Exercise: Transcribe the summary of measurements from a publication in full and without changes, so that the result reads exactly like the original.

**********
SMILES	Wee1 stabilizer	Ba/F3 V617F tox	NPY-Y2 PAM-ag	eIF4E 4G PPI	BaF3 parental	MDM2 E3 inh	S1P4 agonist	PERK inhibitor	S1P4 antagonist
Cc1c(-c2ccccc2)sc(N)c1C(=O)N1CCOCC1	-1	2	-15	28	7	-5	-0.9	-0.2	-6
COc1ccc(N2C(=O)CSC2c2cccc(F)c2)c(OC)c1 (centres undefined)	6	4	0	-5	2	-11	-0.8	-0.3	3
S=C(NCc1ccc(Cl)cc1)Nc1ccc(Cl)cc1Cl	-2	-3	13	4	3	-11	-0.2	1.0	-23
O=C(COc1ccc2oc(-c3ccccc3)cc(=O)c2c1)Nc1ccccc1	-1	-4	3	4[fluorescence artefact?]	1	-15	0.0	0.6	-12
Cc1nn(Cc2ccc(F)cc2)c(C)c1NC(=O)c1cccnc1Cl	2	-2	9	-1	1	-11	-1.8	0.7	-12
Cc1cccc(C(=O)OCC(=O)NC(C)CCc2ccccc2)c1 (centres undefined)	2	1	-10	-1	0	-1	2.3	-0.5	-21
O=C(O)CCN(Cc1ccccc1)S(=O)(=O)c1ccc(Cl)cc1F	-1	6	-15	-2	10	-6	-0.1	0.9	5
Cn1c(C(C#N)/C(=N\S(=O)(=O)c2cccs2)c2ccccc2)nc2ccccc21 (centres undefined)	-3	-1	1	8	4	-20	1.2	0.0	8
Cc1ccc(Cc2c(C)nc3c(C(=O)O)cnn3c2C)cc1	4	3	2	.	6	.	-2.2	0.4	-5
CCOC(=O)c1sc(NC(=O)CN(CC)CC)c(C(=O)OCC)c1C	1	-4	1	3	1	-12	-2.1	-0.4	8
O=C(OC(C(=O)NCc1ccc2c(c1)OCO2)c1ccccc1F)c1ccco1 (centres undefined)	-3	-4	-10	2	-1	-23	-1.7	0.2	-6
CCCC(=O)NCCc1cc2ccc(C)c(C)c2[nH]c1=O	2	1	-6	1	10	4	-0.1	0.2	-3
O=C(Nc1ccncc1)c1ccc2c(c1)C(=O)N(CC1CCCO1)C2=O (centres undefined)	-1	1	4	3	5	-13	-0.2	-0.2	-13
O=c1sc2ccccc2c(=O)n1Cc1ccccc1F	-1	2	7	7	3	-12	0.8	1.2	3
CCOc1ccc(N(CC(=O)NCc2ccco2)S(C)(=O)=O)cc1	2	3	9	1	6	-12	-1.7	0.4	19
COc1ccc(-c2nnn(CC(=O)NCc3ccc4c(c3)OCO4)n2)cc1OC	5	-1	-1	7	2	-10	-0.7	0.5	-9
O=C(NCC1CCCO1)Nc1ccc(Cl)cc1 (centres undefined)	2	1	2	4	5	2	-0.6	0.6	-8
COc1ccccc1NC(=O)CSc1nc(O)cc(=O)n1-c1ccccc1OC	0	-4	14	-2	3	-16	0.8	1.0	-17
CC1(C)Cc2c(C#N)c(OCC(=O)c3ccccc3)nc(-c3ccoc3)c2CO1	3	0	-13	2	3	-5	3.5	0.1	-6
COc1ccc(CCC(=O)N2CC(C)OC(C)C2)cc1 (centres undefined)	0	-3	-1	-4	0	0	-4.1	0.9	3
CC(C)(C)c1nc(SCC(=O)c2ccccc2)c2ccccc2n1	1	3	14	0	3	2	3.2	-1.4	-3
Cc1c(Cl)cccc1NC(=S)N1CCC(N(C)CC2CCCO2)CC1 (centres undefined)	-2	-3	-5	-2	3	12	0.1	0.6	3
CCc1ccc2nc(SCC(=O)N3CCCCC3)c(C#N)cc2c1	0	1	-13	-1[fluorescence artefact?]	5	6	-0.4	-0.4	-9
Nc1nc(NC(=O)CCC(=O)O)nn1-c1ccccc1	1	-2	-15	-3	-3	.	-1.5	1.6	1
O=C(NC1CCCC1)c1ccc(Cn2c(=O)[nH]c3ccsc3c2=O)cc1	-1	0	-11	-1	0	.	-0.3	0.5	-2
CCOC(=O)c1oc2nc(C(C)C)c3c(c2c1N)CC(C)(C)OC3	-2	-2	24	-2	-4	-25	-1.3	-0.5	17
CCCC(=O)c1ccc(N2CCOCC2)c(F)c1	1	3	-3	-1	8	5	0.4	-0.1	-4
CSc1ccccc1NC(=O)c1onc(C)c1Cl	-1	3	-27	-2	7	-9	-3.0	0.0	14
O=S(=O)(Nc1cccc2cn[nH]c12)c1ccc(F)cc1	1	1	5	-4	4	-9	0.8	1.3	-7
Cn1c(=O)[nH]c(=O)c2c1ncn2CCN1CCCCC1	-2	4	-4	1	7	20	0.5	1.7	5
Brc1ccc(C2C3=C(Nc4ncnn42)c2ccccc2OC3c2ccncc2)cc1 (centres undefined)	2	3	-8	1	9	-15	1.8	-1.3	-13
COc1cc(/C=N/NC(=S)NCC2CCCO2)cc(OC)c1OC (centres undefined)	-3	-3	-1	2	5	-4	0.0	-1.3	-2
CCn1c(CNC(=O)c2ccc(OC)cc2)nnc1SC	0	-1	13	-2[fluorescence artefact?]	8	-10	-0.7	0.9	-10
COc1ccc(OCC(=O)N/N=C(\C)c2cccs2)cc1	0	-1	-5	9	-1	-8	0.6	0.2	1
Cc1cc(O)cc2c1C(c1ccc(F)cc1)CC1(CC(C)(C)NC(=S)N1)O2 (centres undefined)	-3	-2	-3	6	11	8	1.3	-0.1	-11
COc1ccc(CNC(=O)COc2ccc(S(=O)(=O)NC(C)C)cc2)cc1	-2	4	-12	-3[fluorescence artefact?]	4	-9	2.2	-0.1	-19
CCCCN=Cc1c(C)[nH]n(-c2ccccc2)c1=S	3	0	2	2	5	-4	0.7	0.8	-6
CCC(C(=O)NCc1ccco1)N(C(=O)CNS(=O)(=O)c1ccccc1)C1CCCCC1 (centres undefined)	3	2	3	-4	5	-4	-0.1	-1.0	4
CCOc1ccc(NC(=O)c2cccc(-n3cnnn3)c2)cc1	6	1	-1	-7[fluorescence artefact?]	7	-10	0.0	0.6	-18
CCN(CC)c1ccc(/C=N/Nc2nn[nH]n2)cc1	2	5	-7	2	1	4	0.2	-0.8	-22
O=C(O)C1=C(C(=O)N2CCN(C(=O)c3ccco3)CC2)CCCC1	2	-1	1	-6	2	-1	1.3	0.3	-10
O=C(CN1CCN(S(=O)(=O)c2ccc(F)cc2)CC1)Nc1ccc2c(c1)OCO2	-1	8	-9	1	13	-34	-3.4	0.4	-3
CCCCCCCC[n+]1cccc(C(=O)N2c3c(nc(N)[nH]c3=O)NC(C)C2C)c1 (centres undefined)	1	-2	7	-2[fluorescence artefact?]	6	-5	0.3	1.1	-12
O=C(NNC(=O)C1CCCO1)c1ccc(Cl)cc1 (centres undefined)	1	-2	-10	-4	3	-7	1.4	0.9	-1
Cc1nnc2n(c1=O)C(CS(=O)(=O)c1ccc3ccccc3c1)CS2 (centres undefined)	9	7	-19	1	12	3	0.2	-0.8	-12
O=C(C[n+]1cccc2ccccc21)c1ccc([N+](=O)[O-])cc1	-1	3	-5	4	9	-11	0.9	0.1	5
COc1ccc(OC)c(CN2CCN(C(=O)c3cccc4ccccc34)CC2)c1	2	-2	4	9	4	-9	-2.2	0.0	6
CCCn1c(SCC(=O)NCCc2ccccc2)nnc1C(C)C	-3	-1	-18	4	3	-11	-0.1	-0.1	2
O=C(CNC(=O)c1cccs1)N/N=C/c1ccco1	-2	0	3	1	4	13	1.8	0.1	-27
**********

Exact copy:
SMILES	Wee1 stabilizer	Ba/F3 V617F tox	NPY-Y2 PAM-ag	eIF4E 4G PPI	BaF3 parental	MDM2 E3 inh	S1P4 agonist	PERK inhibitor	S1P4 antagonist
Cc1c(-c2ccccc2)sc(N)c1C(=O)N1CCOCC1	-1	2	-15	28	7	-5	-0.9	-0.2	-6
COc1ccc(N2C(=O)CSC2c2cccc(F)c2)c(OC)c1 (centres undefined)	6	4	0	-5	2	-11	-0.8	-0.3	3
S=C(NCc1ccc(Cl)cc1)Nc1ccc(Cl)cc1Cl	-2	-3	13	4	3	-11	-0.2	1.0	-23
O=C(COc1ccc2oc(-c3ccccc3)cc(=O)c2c1)Nc1ccccc1	-1	-4	3	4[fluorescence artefact?]	1	-15	0.0	0.6	-12
Cc1nn(Cc2ccc(F)cc2)c(C)c1NC(=O)c1cccnc1Cl	2	-2	9	-1	1	-11	-1.8	0.7	-12
Cc1cccc(C(=O)OCC(=O)NC(C)CCc2ccccc2)c1 (centres undefined)	2	1	-10	-1	0	-1	2.3	-0.5	-21
O=C(O)CCN(Cc1ccccc1)S(=O)(=O)c1ccc(Cl)cc1F	-1	6	-15	-2	10	-6	-0.1	0.9	5
Cn1c(C(C#N)/C(=N\S(=O)(=O)c2cccs2)c2ccccc2)nc2ccccc21 (centres undefined)	-3	-1	1	8	4	-20	1.2	0.0	8
Cc1ccc(Cc2c(C)nc3c(C(=O)O)cnn3c2C)cc1	4	3	2	.	6	.	-2.2	0.4	-5
CCOC(=O)c1sc(NC(=O)CN(CC)CC)c(C(=O)OCC)c1C	1	-4	1	3	1	-12	-2.1	-0.4	8
O=C(OC(C(=O)NCc1ccc2c(c1)OCO2)c1ccccc1F)c1ccco1 (centres undefined)	-3	-4	-10	2	-1	-23	-1.7	0.2	-6
CCCC(=O)NCCc1cc2ccc(C)c(C)c2[nH]c1=O	2	1	-6	1	10	4	-0.1	0.2	-3
O=C(Nc1ccncc1)c1ccc2c(c1)C(=O)N(CC1CCCO1)C2=O (centres undefined)	-1	1	4	3	5	-13	-0.2	-0.2	-13
O=c1sc2ccccc2c(=O)n1Cc1ccccc1F	-1	2	7	7	3	-12	0.8	1.2	3
CCOc1ccc(N(CC(=O)NCc2ccco2)S(C)(=O)=O)cc1	2	3	9	1	6	-12	-1.7	0.4	19
COc1ccc(-c2nnn(CC(=O)NCc3ccc4c(c3)OCO4)n2)cc1OC	5	-1	-1	7	2	-10	-0.7	0.5	-9
O=C(NCC1CCCO1)Nc1ccc(Cl)cc1 (centres undefined)	2	1	2	4	5	2	-0.6	0.6	-8
COc1ccccc1NC(=O)CSc1nc(O)cc(=O)n1-c1ccccc1OC	0	-4	14	-2	3	-16	0.8	1.0	-17
CC1(C)Cc2c(C#N)c(OCC(=O)c3ccccc3)nc(-c3ccoc3)c2CO1	3	0	-13	2	3	-5	3.5	0.1	-6
COc1ccc(CCC(=O)N2CC(C)OC(C)C2)cc1 (centres undefined)	0	-3	-1	-4	0	0	-4.1	0.9	3
CC(C)(C)c1nc(SCC(=O)c2ccccc2)c2ccccc2n1	1	3	14	0	3	2	3.2	-1.4	-3
Cc1c(Cl)cccc1NC(=S)N1CCC(N(C)CC2CCCO2)CC1 (centres undefined)	-2	-3	-5	-2	3	12	0.1	0.6	3
CCc1ccc2nc(SCC(=O)N3CCCCC3)c(C#N)cc2c1	0	1	-13	-1[fluorescence artefact?]	5	6	-0.4	-0.4	-9
Nc1nc(NC(=O)CCC(=O)O)nn1-c1ccccc1	1	-2	-15	-3	-3	.	-1.5	1.6	1
O=C(NC1CCCC1)c1ccc(Cn2c(=O)[nH]c3ccsc3c2=O)cc1	-1	0	-11	-1	0	.	-0.3	0.5	-2
CCOC(=O)c1oc2nc(C(C)C)c3c(c2c1N)CC(C)(C)OC3	-2	-2	24	-2	-4	-25	-1.3	-0.5	17
CCCC(=O)c1ccc(N2CCOCC2)c(F)c1	1	3	-3	-1	8	5	0.4	-0.1	-4
CSc1ccccc1NC(=O)c1onc(C)c1Cl	-1	3	-27	-2	7	-9	-3.0	0.0	14
O=S(=O)(Nc1cccc2cn[nH]c12)c1ccc(F)cc1	1	1	5	-4	4	-9	0.8	1.3	-7
Cn1c(=O)[nH]c(=O)c2c1ncn2CCN1CCCCC1	-2	4	-4	1	7	20	0.5	1.7	5
Brc1ccc(C2C3=C(Nc4ncnn42)c2ccccc2OC3c2ccncc2)cc1 (centres undefined)	2	3	-8	1	9	-15	1.8	-1.3	-13
COc1cc(/C=N/NC(=S)NCC2CCCO2)cc(OC)c1OC (centres undefined)	-3	-3	-1	2	5	-4	0.0	-1.3	-2
CCn1c(CNC(=O)c2ccc(OC)cc2)nnc1SC	0	-1	13	-2[fluorescence artefact?]	8	-10	-0.7	0.9	-10
COc1ccc(OCC(=O)N/N=C(\C)c2cccs2)cc1	0	-1	-5	9	-1	-8	0.6	0.2	1
Cc1cc(O)cc2c1C(c1ccc(F)cc1)CC1(CC(C)(C)NC(=S)N1)O2 (centres undefined)	-3	-2	-3	6	11	8	1.3	-0.1	-11
COc1ccc(CNC(=O)COc2ccc(S(=O)(=O)NC(C)C)cc2)cc1	-2	4	-12	-3[fluorescence artefact?]	4	-9	2.2	-0.1	-19
CCCCN=Cc1c(C)[nH]n(-c2ccccc2)c1=S	3	0	2	2	5	-4	0.7	0.8	-6
CCC(C(=O)NCc1ccco1)N(C(=O)CNS(=O)(=O)c1ccccc1)C1CCCCC1 (centres undefined)	3	2	3	-4	5	-4	-0.1	-1.0	4
CCOc1ccc(NC(=O)c2cccc(-n3cnnn3)c2)cc1	6	1	-1	-7[fluorescence artefact?]	7	-10	0.0	0.6	-18
CCN(CC)c1ccc(/C=N/Nc2nn[nH]n2)cc1	2	5	-7	2	1	4	0.2	-0.8	-22
O=C(O)C1=C(C(=O)N2CCN(C(=O)c3ccco3)CC2)CCCC1	2	-1	1	-6	2	-1	1.3	0.3	-10
O=C(CN1CCN(S(=O)(=O)c2ccc(F)cc2)CC1)Nc1ccc2c(c1)OCO2	-1	8	-9	1	13	-34	-3.4	0.4	-3
CCCCCCCC[n+]1cccc(C(=O)N2c3c(nc(N)[nH]c3=O)NC(C)C2C)c1 (centres undefined)	1	-2	7	-2[fluorescence artefact?]	6	-5	0.3	1.1	-12
O=C(NNC(=O)C1CCCO1)c1ccc(Cl)cc1 (centres undefined)	1	-2	-10	-4	3	-7	1.4	0.9	-1
Cc1nnc2n(c1=O)C(CS(=O)(=O)c1ccc3ccccc3c1)CS2 (centres undefined)	9	7	-19	1	12	3	0.2	-0.8	-12
O=C(C[n+]1cccc2ccccc21)c1ccc([N+](=O)[O-])cc1	-1	3	-5	4	9	-11	0.9	0.1	5
COc1ccc(OC)c(CN2CCN(C(=O)c3cccc4ccccc34)CC2)c1	2	-2	4	9	4	-9	-2.2	0.0	6
CCCn1c(SCC(=O)NCCc2ccccc2)nnc1C(C)C	-3	-1	-18	4	3	-11	-0.1	-0.1	2
O=C(CNC(=O)c1cccs1)N/N=C/c1ccco1	-2	0	3	1	4	13	1.8	0.1	-27